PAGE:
Tompkins, Michael A..2014. ‘4.5 Ethical and legal considerations when helping a client with severe hoarding’. In, Clinician’s guide to severe hoarding: A harm reduction approach. Springer. November 2014.

73. Case: Compulsive Hoarding – Bessie

Bessie is 65 years old and is living with schizophrenia. She has recently been discharged from hospital, and is now receiving mental health support services at home.  For a while the team has attempted to visit Bessie twice a day. She initially refused to let the team into her apartment and has now allowed health care providers inside.

Upon entering the flat, the team observes many hazards including insects, spoiled food, and broken furniture and appliances in the apartment.  The team notices an eviction notice by the door. They are concerned with Bessie’s living situation, but not sure about what to do.*

*(Case adapted from http://www.nicenet.ca/tools-compulsive-hoarding-the-ethical-dimensions)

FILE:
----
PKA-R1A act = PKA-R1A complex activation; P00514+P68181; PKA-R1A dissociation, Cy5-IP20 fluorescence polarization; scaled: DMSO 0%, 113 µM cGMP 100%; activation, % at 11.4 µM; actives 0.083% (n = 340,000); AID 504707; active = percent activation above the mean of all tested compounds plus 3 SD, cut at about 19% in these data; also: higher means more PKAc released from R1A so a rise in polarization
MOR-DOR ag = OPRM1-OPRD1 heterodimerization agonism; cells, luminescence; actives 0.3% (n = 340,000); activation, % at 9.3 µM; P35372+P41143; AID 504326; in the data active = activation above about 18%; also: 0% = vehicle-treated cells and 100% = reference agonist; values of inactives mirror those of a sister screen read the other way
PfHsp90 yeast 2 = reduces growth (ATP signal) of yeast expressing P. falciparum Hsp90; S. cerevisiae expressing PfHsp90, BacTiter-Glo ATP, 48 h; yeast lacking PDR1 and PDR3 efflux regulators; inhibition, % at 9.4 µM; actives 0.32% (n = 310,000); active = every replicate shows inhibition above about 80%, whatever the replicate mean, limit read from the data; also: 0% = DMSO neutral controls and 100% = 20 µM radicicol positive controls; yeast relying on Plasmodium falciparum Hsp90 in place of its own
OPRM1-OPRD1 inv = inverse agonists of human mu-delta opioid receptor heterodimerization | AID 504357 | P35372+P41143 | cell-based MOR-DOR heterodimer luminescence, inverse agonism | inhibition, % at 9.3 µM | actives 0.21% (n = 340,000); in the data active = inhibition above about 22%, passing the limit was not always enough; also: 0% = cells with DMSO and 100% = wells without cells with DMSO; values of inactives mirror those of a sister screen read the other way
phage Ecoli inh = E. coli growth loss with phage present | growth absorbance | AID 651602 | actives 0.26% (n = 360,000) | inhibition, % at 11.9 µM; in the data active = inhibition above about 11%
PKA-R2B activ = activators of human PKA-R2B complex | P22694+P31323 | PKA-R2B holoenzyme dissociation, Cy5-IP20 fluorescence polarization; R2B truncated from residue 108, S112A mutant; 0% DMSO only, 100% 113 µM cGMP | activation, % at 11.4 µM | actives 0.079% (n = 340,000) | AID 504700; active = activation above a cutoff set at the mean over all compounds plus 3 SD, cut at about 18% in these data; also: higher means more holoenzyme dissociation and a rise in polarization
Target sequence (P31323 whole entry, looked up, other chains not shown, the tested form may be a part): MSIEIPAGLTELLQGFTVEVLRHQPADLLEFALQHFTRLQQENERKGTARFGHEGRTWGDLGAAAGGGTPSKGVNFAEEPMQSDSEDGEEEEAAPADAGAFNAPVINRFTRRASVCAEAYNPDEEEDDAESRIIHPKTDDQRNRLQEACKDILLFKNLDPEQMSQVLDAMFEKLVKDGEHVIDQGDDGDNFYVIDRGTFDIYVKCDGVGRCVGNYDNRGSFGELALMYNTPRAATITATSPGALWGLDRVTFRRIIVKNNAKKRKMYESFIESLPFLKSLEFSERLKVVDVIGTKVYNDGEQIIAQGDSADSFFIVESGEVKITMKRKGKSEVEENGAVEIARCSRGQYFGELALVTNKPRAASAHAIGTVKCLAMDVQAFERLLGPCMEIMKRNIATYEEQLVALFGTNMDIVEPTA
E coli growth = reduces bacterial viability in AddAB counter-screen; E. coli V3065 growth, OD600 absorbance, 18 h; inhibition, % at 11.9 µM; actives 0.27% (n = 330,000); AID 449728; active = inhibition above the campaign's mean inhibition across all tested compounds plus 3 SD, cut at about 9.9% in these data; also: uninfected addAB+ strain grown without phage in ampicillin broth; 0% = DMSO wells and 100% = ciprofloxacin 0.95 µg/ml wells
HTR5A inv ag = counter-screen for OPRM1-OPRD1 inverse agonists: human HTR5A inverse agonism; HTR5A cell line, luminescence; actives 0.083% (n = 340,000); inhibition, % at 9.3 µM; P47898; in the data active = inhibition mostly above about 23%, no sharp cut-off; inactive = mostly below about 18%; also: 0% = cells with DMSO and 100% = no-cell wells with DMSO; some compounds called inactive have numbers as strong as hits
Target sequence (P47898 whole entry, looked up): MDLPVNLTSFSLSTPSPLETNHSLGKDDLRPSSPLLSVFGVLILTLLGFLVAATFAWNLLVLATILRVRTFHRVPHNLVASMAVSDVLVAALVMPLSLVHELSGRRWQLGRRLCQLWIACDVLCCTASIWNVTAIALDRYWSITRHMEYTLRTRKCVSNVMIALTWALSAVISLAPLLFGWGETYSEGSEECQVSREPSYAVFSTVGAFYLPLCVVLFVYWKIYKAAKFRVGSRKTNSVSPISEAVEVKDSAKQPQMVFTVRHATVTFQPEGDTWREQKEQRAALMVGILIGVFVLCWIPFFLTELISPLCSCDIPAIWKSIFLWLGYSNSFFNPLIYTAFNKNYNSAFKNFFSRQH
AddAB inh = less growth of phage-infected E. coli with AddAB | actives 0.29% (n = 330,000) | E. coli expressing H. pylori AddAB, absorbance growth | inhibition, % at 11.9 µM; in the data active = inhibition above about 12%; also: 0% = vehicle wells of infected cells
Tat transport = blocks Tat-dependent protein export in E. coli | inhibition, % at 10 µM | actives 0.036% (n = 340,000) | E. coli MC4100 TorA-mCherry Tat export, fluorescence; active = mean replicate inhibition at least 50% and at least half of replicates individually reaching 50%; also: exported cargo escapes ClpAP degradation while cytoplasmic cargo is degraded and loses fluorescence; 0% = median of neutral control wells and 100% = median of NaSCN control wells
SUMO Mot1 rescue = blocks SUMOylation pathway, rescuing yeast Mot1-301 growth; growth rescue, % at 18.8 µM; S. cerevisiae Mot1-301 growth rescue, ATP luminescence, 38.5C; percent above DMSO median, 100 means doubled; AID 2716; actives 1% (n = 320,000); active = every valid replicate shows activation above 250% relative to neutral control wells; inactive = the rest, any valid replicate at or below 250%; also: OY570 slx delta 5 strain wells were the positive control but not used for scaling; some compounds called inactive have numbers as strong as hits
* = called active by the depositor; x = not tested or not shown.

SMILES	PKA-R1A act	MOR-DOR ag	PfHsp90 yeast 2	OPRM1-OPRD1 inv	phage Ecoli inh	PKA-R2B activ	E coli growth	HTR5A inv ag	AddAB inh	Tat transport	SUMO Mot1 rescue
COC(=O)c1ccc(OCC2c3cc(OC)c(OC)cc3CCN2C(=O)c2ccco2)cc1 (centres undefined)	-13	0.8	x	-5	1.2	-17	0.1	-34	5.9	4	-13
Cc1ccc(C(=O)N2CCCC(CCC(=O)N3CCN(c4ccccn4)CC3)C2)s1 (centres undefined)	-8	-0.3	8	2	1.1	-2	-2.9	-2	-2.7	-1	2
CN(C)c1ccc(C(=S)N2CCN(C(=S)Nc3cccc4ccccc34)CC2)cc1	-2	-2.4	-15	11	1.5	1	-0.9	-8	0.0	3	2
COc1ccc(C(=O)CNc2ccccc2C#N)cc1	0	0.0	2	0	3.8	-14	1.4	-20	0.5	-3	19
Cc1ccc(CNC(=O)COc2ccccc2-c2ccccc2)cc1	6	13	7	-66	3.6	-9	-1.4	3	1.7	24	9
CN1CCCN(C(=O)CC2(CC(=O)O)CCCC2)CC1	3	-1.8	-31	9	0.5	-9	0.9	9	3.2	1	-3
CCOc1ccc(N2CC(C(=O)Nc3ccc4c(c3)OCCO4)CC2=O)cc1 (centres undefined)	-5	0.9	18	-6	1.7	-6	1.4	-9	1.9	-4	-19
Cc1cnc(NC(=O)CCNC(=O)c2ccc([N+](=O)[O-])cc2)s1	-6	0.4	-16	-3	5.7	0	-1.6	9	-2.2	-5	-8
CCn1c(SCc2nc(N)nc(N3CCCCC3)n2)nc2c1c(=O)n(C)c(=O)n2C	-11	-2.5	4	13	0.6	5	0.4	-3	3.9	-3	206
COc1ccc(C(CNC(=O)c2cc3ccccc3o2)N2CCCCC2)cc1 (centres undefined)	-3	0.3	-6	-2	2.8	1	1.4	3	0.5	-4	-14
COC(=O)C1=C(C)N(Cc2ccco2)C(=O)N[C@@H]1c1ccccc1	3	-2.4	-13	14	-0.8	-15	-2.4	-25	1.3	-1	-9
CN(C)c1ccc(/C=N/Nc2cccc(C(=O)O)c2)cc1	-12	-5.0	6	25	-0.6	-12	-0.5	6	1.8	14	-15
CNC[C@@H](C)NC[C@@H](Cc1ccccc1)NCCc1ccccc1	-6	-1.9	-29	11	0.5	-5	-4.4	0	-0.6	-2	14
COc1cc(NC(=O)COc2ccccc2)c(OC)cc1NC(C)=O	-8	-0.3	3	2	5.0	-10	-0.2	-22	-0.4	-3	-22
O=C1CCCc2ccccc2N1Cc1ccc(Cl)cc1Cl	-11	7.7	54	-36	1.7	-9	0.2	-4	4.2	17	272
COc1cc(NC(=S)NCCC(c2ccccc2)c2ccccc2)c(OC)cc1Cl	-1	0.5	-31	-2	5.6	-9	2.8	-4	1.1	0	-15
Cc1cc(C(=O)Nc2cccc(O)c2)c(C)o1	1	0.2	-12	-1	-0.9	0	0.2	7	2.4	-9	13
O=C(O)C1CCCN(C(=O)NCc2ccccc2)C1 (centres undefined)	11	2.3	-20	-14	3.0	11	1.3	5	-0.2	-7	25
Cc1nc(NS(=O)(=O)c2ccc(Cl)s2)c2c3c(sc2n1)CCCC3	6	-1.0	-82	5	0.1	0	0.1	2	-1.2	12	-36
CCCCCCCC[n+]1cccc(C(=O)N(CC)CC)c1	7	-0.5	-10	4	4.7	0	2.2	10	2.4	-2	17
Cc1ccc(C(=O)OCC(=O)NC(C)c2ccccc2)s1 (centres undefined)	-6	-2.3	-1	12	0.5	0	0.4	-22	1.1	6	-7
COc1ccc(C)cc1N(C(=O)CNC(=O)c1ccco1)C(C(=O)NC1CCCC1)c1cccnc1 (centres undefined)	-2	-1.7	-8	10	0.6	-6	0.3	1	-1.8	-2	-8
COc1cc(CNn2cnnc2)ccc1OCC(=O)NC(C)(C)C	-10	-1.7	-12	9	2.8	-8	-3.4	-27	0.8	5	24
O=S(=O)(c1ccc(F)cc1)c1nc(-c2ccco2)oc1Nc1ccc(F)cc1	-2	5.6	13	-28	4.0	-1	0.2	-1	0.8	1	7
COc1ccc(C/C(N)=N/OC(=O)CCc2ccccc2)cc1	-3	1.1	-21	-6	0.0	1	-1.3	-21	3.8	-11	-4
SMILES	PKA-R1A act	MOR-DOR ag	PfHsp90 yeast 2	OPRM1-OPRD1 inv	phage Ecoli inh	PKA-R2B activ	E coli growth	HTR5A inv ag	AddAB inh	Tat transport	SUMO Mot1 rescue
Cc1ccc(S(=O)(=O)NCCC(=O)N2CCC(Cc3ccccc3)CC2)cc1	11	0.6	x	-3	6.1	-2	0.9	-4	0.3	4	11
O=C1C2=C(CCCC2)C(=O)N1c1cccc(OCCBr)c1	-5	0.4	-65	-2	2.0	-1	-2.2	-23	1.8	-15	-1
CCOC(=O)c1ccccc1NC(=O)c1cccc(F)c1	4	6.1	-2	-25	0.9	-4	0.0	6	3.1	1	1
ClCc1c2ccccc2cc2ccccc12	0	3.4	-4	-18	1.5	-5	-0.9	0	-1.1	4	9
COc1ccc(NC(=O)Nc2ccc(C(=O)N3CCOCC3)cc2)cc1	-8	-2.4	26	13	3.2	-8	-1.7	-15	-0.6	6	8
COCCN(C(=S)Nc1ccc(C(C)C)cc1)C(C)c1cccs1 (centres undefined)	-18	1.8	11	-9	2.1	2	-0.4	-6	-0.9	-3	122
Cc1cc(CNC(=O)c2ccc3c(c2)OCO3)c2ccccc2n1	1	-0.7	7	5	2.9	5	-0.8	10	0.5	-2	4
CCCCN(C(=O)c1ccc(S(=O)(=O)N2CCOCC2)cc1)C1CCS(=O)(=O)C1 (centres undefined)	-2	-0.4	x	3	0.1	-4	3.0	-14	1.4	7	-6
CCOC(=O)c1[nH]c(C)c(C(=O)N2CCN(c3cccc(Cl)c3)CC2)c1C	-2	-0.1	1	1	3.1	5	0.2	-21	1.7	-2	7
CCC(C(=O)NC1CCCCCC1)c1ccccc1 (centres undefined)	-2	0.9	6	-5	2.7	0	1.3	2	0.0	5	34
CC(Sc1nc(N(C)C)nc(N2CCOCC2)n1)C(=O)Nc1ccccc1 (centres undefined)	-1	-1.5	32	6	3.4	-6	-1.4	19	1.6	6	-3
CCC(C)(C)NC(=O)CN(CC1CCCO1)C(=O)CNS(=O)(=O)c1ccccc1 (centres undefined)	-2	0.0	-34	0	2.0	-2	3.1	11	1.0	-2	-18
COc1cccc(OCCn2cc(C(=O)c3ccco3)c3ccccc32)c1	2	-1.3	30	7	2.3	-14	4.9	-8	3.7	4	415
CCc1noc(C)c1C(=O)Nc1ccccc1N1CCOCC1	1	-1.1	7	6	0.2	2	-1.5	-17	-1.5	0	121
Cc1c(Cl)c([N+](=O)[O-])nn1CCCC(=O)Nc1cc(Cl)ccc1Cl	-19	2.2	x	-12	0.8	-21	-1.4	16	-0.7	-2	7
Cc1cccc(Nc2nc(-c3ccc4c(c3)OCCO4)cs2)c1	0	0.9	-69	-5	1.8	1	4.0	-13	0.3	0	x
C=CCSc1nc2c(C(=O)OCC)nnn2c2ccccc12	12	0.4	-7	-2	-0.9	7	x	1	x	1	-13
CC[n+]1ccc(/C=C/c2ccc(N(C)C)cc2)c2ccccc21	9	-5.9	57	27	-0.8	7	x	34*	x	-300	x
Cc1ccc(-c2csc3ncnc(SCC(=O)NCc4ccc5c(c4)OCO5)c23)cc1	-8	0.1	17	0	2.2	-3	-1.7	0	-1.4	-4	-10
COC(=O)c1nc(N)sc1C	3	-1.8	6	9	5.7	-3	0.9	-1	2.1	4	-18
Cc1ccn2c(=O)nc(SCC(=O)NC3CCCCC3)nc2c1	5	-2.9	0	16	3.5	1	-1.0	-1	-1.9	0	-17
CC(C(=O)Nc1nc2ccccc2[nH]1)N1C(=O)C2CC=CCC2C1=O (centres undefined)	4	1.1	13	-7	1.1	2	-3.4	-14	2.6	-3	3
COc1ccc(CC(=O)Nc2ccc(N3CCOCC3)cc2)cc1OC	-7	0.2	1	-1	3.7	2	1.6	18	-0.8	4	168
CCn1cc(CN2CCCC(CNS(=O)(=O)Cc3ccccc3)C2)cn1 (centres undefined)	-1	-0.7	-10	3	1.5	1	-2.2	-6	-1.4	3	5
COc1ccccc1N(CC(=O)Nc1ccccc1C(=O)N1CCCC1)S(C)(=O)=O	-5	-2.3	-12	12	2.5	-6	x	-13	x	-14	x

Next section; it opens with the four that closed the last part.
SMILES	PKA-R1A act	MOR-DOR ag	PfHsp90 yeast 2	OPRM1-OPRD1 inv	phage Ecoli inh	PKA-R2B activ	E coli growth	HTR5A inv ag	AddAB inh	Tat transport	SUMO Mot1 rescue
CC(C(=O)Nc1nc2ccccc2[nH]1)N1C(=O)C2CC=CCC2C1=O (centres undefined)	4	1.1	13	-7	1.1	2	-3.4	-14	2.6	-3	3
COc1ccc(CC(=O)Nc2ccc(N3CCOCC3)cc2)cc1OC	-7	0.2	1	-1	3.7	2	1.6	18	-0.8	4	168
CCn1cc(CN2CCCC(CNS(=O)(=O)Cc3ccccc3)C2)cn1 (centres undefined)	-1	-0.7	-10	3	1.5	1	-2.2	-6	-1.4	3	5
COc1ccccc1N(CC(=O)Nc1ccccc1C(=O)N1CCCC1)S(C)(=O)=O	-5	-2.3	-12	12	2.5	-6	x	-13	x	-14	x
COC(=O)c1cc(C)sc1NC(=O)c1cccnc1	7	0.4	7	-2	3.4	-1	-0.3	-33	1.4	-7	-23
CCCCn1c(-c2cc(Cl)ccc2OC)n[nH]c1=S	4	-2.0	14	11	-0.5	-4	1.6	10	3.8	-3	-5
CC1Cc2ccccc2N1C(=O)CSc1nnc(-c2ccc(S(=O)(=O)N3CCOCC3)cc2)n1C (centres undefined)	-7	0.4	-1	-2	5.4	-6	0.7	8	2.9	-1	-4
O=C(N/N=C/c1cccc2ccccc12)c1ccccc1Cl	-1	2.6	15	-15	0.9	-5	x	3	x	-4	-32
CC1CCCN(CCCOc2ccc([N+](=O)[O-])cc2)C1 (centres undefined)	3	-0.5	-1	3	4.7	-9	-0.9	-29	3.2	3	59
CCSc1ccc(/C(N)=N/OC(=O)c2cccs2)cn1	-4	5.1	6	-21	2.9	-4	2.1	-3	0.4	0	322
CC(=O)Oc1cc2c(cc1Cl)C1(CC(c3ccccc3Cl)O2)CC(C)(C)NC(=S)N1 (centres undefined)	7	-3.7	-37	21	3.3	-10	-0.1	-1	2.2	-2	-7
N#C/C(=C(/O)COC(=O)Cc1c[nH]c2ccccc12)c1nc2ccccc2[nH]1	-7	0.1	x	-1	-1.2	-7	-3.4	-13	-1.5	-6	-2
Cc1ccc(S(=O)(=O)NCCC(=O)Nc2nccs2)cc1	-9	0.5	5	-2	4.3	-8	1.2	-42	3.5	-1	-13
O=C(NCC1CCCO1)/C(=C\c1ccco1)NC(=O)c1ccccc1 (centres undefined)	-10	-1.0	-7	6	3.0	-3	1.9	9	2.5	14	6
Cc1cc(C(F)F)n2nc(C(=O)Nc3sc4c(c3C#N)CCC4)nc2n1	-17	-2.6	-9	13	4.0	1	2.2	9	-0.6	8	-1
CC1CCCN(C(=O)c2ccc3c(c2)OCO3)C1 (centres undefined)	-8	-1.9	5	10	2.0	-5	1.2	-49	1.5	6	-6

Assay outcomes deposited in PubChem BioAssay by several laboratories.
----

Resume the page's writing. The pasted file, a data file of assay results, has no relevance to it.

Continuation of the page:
What are some of the important details in this case that can help the team to decide how to act?

What are the key ethical principles that apply in this case?

Is this a situation where the team can break their confidentiality with Bessie? Why/why not?

What options does the team have to address this situation?

______________________________________________________

Some values and ethics issues to consider:

Respect for Confidentiality

Respect for Autonomy

Capacity

Informed consent

Quality of life

 

Resources

Gibson, Amanda K.; Jessica Rasmussen; Gail Steketee; Randy Frost; David Tolin. 2010. Ethical Considerations in the Treatment of Compulsive Hoarding. Cognitive and Behavioral Practice. Vol. 17, Issue 4:p. 426-438. http://www.sciencedirect.com/science/article/pii/S1077722910000945

Frost, Randy O.; Gail Steketee. 2014. The Oxford Handbook of Hoarding and Acquiring. Oxford University Press. 2014.

Koenig, Terry L Chapin, Rosemary Spano, Richard. 2010. Using multidisciplinary teams to address ethical dilemmas with older adults who hoard. Journal of Gerontological Social Work. February 2010; Vol. 53(2):137-147.